1/4 cup orange liqueur
1 package unflavored gelatin
2 1/2 pounds large ripe mangoes, peeled, pitted, chopped *
1/2 cup sugar
1 cup chilled whipping cream

Mango Mirror
1/2 packet gelatin
1/4 cup orange liquor
2 tablespoons sugar (or more, to taste)
1 cup pureed mangoes *

* Two bags of frozen mango chunks from Trader Joe's should get you the right amount of mango puree.  Make sure you defrost them completely or they won't puree in a food processor.

For cake:
Position rack in center of oven and preheat to 400°F. Butter 2 9-inch-diameter cake pans with 1 1/2-inch-high sides. Line bottom of cake pans with waxed paper. Butter paper and dust lightly with flour.

Sift flour and baking powder into medium bowl. Using electric mixer, beat eggs and yolks in large bowl until frothy. Gradually add 1/2 cup sugar and beat until pale yellow and slowly dissolving ribbon forms when beaters are lifted, about 4 minutes. Fold in flour mixture. Fold 1 heaping tablespoon batter into melted butter. Fold butter mixture back into batter. Divide batter between prepared pans. Bake until cakes are just golden brown around edges and toothpick inserted into centers comes out clean, about 10 minutes. Cool cakes completely in pans on rack.

For mousse:
Pour liqueur into small bowl; sprinkle gelatin over. Let gelatin soften 10 minutes. Puree mangoes in processor. Measure puree and return 2 1/2 cups to work bowl of processor (reserve remainder for garnish). Add sugar to mango puree in processor and blend well. Set bowl of gelatin in saucepan of simmering water. Stir until gelatin dissolves. Add gelatin mixture to mango in processor and blend. Whip cream in large bowl to soft peaks. Fold in mango mixture.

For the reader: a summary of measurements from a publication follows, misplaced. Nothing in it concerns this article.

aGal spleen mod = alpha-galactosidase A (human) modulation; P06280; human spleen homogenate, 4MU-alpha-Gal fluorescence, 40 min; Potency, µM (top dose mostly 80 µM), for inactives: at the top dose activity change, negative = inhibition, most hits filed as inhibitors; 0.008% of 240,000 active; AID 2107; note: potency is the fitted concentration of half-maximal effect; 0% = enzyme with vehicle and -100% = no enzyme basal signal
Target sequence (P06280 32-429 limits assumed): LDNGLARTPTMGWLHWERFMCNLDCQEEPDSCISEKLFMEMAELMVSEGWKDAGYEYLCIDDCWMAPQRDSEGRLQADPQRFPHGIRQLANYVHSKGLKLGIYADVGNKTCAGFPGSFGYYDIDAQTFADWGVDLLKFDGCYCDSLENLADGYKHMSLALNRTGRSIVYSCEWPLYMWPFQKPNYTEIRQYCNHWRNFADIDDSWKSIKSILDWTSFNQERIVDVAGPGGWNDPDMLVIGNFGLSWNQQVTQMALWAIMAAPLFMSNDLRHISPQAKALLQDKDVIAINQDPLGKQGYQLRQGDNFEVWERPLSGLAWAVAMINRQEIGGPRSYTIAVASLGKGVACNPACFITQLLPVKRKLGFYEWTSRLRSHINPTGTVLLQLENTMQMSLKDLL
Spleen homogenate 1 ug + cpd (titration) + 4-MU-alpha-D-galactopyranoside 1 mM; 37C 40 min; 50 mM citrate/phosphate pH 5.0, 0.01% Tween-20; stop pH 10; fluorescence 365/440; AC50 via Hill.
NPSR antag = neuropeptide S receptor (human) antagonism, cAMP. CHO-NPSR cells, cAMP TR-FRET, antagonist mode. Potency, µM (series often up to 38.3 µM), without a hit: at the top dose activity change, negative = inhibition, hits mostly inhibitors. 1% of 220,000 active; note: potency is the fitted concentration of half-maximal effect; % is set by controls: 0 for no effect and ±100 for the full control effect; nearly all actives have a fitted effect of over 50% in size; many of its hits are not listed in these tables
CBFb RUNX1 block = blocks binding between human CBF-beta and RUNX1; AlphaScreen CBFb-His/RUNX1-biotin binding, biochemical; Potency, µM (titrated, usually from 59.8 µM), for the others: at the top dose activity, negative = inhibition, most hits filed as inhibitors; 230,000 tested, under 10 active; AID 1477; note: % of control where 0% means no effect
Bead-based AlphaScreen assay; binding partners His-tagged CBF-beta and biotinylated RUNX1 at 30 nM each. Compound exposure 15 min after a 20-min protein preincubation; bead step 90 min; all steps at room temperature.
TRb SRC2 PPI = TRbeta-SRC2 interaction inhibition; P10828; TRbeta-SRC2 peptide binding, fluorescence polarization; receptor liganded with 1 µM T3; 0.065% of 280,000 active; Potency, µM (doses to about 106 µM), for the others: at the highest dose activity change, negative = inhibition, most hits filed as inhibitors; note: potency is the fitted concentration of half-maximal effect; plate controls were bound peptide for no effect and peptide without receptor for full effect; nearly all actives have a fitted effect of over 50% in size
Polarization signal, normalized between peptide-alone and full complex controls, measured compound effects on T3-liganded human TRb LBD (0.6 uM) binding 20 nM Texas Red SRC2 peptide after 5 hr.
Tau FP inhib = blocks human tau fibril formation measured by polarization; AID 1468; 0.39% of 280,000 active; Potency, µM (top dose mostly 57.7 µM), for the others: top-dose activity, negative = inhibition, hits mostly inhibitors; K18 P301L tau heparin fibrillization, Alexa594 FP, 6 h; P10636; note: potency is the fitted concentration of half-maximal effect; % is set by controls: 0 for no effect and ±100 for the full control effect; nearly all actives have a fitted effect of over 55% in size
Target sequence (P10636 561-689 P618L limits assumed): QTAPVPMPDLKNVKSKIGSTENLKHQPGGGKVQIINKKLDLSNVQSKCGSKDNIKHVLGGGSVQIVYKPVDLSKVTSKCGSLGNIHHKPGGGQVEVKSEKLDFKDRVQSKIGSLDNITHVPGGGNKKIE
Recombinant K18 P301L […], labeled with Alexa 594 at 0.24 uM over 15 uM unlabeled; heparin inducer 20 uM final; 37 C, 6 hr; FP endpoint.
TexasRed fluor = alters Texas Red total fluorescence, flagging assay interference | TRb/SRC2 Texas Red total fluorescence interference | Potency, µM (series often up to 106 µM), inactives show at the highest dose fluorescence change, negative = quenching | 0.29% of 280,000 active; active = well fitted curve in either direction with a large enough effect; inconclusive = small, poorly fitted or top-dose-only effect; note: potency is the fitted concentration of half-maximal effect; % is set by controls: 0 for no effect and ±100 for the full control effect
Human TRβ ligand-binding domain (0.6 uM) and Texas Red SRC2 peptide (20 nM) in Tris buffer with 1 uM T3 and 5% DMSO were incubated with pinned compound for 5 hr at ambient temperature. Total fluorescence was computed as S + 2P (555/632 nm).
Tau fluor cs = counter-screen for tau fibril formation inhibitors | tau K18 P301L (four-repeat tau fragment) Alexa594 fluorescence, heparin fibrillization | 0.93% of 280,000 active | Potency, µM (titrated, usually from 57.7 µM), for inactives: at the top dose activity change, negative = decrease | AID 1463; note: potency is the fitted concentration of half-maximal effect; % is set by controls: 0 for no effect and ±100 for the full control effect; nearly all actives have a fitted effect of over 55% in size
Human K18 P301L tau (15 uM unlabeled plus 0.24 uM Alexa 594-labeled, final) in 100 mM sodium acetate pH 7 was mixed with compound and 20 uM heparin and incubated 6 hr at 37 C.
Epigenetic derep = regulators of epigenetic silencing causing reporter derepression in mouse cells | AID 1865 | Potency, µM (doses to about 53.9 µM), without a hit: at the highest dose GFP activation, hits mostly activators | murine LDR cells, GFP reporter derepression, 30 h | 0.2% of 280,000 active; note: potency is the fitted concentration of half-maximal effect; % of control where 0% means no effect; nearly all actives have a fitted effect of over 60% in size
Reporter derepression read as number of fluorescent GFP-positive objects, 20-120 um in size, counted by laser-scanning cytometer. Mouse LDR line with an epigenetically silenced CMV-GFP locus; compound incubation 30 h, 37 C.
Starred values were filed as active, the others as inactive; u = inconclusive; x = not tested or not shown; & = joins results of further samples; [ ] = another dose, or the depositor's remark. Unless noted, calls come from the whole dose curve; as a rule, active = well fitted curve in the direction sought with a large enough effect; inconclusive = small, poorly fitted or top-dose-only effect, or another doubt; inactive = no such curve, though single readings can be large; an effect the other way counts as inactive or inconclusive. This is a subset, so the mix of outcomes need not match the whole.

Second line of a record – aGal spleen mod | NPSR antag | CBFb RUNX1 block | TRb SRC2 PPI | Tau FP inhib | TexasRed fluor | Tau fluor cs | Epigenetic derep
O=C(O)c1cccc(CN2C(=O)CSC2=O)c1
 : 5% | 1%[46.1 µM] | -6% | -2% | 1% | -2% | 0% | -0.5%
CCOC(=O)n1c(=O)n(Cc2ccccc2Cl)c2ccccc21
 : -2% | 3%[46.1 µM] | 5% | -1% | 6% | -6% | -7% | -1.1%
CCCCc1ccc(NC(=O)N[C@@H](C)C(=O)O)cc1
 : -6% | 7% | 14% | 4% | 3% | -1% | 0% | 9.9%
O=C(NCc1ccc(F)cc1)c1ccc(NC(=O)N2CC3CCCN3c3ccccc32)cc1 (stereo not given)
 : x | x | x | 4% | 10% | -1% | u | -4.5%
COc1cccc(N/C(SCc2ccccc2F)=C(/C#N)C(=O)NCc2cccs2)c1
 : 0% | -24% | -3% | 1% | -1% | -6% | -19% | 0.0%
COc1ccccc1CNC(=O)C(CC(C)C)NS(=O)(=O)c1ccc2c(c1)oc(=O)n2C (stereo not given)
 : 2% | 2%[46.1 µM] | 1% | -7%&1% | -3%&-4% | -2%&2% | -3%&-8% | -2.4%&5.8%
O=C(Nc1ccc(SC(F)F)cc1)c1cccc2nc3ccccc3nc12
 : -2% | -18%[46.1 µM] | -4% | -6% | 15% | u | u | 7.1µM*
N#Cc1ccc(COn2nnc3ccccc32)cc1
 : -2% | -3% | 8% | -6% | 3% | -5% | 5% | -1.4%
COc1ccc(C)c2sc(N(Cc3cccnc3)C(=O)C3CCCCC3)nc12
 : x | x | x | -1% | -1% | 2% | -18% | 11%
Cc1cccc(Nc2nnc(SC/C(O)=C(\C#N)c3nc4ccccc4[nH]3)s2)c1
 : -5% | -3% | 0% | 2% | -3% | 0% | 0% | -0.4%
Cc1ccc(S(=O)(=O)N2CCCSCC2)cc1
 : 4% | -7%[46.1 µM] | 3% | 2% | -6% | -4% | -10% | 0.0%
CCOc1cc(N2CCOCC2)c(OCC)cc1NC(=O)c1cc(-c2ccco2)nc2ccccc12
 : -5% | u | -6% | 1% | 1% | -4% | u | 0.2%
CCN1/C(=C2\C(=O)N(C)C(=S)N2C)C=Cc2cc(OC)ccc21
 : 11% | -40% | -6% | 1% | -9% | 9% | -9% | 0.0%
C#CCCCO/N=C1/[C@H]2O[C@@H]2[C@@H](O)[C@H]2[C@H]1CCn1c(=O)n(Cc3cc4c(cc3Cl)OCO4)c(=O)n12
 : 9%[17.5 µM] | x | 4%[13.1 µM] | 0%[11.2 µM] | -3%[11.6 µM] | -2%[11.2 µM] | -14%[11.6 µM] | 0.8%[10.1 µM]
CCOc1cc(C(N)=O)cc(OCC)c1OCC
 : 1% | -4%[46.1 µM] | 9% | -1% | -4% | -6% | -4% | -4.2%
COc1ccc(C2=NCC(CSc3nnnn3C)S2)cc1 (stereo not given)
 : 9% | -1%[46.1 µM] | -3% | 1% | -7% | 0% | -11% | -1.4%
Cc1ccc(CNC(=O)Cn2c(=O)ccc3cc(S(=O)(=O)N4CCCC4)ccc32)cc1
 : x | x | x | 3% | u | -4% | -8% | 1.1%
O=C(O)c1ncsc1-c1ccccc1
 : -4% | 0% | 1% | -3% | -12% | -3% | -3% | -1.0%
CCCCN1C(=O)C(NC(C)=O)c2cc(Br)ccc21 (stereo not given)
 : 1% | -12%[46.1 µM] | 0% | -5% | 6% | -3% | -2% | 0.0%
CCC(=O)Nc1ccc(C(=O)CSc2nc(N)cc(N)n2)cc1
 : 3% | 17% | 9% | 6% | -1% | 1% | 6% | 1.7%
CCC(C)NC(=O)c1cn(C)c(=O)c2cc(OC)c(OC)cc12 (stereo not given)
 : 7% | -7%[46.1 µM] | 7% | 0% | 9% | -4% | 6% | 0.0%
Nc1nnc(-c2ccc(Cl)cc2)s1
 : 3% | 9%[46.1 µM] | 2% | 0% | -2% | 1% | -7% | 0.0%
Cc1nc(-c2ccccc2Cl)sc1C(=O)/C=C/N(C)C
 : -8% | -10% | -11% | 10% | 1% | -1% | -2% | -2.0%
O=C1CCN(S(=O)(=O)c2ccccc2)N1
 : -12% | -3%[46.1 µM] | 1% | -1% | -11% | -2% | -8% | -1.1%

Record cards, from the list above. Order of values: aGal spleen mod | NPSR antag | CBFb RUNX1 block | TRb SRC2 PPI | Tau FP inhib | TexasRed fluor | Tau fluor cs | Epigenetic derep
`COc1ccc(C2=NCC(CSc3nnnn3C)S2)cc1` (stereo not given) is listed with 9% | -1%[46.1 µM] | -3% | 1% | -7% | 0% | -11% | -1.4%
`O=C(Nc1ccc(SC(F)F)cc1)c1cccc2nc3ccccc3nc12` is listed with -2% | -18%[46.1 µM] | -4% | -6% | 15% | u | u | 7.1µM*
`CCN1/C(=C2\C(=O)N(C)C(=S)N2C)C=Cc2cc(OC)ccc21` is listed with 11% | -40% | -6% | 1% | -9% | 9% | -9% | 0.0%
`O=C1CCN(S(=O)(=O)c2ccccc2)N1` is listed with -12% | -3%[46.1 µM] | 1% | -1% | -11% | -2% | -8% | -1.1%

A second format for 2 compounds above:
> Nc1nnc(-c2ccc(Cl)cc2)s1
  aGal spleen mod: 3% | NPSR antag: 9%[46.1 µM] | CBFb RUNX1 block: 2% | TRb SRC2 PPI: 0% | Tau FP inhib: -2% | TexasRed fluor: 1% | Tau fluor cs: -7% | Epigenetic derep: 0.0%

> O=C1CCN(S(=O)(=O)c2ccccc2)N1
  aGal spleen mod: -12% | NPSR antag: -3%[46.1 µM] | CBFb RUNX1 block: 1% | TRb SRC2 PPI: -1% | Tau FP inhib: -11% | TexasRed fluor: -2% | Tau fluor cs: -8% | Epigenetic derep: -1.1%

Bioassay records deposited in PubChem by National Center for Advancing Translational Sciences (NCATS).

Transfer 1 cake layer to 9-inch-diameter springform pan with 2 3/4-inch-high sides. Spread mango mousse over cake. Place second cake layer atop mousse. Press lightly. Wrap tightly with plastic and refrigerate at least 4 hours. (Can be prepared 1 day ahead.)

For mirror:
Pour 1/2 packet gelatin into liquor, let sit 5 minutes to bloom.  When dark and solid, microwave for 10-15 seconds to liquefy.  Pour gelatin mixture into 1 cup mango puree.  Add sugar to taste.  Pour mirror on top of solidified mango mousse - the mousse and cake need to have been in the fridge for at least 2-3 hours or until the mousse is quite firm to the touch.  When you pour the mirror on top, be sure to pour from a low height so the mirror liquid doesn't make a dent in the mousse.  Put the cake back in the fridge for another 4 hours or so.

This is what "forming ribbons" looks like.  Eggs and yolks beaten with sugar until the imprint of the stream is visible when you lift the (turned off) beaters.

Fold the flour carefully into the batter.  You don't want to beat out all of the air from the eggs.

Yes, you really should do the step where you mix batter into the melted butter and then mix that into the rest of the batter.  It helps the melted butter be incorporated evenly without loosing air from the eggs.

Batter ready to pour into prepared pans.  If you have a large serving spoon, use that to evenly divide your batter instead of picking up the large bowl and pouring.  One spoonfull in one pan, one spoonfull in the other pan means that the batter really is evenly divided and you skip the mess from pouring out of the bowl.

The batter should have visible air bubble when you put it in the oven.

Blooming gelatin: the powder has become more solid, darker, and has soaked up some of the liquid.

Mixing the mango puree with the whipped cream to make the mousse.

What the mousse should look like.  Remember to do a taste test here because you can't add anything once it's been chilled.

Cake on the bottom of the springform pan with all of the mousse on top.  It will seem like you have too much mousse but it will only fill up two-thirds of the pan.
Chilled mousse has had the second layer of cake and the mirror poured over it.  Now it goes back in the fridge for at least 4 hours.  I usually make this cake the day before I need it and refrigerate it overnight.

Four layers: cake, mousse, cake, mirror.  Ignore the blueberries.

No comments:

Post a Comment